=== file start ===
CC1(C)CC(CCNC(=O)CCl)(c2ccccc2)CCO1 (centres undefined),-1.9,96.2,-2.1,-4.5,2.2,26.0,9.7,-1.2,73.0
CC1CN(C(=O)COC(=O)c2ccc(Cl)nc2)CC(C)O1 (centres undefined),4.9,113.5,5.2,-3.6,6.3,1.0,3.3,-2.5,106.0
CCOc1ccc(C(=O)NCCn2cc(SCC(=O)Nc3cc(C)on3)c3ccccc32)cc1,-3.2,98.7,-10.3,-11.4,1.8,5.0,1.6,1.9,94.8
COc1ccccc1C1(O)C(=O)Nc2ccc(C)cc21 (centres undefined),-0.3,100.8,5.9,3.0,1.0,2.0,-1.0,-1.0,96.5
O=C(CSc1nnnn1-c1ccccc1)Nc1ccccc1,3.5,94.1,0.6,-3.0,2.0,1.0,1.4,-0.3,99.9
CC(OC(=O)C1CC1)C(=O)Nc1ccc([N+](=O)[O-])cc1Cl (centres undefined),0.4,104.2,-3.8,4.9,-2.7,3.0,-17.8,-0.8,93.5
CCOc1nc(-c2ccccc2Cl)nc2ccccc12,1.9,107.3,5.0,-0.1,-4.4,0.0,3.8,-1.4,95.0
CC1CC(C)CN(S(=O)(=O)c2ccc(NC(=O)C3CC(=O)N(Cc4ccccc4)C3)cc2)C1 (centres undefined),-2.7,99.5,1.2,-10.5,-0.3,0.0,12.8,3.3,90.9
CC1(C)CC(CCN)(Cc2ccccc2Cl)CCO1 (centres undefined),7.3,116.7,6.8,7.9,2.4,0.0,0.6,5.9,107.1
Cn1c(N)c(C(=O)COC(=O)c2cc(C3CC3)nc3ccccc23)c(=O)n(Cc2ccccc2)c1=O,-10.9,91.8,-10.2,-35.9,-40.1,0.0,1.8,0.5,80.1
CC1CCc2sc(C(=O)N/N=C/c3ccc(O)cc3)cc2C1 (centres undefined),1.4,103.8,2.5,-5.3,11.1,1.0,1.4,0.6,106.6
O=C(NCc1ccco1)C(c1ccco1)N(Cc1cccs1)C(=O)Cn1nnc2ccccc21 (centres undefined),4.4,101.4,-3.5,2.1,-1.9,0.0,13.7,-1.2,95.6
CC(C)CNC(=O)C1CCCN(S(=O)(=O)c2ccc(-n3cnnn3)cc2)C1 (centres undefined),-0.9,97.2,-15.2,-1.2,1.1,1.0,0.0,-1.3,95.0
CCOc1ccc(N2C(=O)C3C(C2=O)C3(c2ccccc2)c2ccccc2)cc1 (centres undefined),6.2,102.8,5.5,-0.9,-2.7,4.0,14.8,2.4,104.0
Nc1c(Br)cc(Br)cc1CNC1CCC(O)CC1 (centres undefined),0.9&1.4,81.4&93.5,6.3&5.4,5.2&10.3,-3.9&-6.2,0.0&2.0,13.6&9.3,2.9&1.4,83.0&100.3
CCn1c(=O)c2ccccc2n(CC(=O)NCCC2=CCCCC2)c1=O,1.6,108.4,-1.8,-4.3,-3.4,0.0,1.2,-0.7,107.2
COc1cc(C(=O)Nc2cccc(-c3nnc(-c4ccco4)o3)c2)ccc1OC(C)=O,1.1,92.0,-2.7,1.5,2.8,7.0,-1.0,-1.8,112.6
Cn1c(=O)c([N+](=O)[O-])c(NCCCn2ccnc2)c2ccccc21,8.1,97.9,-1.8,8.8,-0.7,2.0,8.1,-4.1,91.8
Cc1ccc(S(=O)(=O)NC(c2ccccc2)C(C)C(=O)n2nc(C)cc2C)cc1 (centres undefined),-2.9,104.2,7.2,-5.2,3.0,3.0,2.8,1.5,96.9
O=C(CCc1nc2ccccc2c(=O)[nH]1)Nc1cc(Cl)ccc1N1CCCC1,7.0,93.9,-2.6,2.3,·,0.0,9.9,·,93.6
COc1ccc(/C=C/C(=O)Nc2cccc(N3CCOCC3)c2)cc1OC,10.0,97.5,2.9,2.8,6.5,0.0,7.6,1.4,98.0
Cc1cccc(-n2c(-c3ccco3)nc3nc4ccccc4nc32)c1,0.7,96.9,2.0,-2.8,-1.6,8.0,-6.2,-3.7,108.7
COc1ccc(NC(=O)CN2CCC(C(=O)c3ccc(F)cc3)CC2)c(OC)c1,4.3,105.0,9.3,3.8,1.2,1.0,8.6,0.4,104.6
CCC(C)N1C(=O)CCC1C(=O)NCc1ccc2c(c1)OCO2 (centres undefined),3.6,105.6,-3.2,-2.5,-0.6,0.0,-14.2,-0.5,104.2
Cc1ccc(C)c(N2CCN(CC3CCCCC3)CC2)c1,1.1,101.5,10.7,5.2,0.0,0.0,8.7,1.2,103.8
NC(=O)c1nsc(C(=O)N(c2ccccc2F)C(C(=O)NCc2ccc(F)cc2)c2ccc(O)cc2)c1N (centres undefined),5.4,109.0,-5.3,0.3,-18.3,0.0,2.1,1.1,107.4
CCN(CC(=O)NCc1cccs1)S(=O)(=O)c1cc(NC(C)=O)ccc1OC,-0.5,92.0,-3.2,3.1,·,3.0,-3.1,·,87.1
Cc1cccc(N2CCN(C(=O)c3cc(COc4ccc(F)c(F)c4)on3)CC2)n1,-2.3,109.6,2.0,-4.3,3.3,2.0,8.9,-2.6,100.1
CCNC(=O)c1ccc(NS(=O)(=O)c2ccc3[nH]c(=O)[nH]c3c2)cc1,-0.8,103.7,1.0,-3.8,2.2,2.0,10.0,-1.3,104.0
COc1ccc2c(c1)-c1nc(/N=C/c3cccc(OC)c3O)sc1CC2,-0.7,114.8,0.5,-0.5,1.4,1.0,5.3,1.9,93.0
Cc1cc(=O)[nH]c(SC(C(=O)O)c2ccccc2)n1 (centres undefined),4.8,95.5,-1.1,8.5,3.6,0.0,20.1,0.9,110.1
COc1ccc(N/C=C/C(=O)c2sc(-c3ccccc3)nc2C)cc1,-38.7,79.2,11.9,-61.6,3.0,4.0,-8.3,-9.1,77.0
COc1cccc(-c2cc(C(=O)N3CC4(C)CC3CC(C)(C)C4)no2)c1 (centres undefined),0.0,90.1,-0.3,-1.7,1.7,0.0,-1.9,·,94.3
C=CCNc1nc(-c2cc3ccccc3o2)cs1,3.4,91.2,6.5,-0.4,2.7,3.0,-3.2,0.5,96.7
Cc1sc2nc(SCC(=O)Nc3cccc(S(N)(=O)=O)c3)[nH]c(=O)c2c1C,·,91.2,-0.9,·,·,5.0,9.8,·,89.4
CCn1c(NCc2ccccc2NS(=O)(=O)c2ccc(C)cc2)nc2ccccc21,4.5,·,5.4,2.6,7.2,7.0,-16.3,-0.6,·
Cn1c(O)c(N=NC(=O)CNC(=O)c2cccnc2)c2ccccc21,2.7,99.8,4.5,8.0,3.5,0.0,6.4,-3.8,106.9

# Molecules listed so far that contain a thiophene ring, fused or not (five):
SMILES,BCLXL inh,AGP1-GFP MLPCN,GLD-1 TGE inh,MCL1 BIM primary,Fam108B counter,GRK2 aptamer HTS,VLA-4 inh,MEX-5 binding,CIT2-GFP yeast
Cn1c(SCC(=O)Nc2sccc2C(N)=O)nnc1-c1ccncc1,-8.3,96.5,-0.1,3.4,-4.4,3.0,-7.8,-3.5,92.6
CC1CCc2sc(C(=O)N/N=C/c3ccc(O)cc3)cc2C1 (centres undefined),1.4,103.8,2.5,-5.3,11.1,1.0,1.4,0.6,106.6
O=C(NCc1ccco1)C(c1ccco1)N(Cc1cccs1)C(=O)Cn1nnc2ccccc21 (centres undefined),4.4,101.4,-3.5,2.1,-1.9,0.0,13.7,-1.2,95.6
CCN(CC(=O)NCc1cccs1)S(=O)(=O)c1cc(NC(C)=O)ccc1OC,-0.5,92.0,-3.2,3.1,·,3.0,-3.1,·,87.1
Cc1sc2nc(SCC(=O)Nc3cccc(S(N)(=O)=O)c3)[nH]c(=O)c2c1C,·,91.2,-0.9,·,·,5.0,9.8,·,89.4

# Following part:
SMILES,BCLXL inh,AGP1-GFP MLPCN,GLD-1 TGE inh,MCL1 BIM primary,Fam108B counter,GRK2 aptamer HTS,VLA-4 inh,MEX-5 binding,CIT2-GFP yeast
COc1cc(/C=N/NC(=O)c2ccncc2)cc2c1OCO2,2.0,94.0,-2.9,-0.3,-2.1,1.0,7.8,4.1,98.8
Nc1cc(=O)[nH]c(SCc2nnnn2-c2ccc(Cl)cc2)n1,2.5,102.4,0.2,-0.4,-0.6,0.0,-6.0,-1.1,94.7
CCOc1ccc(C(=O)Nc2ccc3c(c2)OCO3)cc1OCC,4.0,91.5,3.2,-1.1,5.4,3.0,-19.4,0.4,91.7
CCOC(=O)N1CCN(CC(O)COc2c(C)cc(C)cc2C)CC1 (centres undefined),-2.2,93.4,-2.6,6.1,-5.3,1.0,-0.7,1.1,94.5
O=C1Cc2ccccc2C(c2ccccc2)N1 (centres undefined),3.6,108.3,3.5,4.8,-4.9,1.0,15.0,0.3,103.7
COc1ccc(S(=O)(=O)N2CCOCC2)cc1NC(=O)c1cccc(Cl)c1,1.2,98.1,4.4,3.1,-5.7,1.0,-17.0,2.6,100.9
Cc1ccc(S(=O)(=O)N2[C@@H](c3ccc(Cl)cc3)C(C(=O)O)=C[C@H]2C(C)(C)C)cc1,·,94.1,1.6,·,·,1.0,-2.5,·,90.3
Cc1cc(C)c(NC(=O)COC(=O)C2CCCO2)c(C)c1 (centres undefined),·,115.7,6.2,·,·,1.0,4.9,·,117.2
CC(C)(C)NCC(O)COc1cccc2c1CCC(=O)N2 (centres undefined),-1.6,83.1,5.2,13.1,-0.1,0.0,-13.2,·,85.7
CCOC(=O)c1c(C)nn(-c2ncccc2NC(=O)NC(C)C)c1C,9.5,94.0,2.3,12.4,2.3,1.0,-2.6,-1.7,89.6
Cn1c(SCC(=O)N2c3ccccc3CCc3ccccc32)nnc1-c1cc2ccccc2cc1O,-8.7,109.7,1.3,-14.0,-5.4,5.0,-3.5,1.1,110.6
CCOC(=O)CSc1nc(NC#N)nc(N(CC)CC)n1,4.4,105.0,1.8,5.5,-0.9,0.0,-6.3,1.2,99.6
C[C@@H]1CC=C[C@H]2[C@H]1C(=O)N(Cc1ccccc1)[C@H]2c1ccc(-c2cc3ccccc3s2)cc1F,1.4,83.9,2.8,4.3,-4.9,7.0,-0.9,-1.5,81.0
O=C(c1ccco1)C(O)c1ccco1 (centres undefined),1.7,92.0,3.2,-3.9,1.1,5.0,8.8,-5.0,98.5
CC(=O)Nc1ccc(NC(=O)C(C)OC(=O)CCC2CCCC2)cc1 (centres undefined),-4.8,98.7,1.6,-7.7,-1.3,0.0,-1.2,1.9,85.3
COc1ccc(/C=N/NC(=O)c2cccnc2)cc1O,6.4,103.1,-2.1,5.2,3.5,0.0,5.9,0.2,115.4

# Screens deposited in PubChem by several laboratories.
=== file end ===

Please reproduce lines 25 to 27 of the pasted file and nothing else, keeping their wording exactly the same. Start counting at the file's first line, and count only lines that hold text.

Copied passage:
Cc1ccc(C)c(N2CCN(CC3CCCCC3)CC2)c1,1.1,101.5,10.7,5.2,0.0,0.0,8.7,1.2,103.8
NC(=O)c1nsc(C(=O)N(c2ccccc2F)C(C(=O)NCc2ccc(F)cc2)c2ccc(O)cc2)c1N (centres undefined),5.4,109.0,-5.3,0.3,-18.3,0.0,2.1,1.1,107.4
CCN(CC(=O)NCc1cccs1)S(=O)(=O)c1cc(NC(C)=O)ccc1OC,-0.5,92.0,-3.2,3.1,·,3.0,-3.1,·,87.1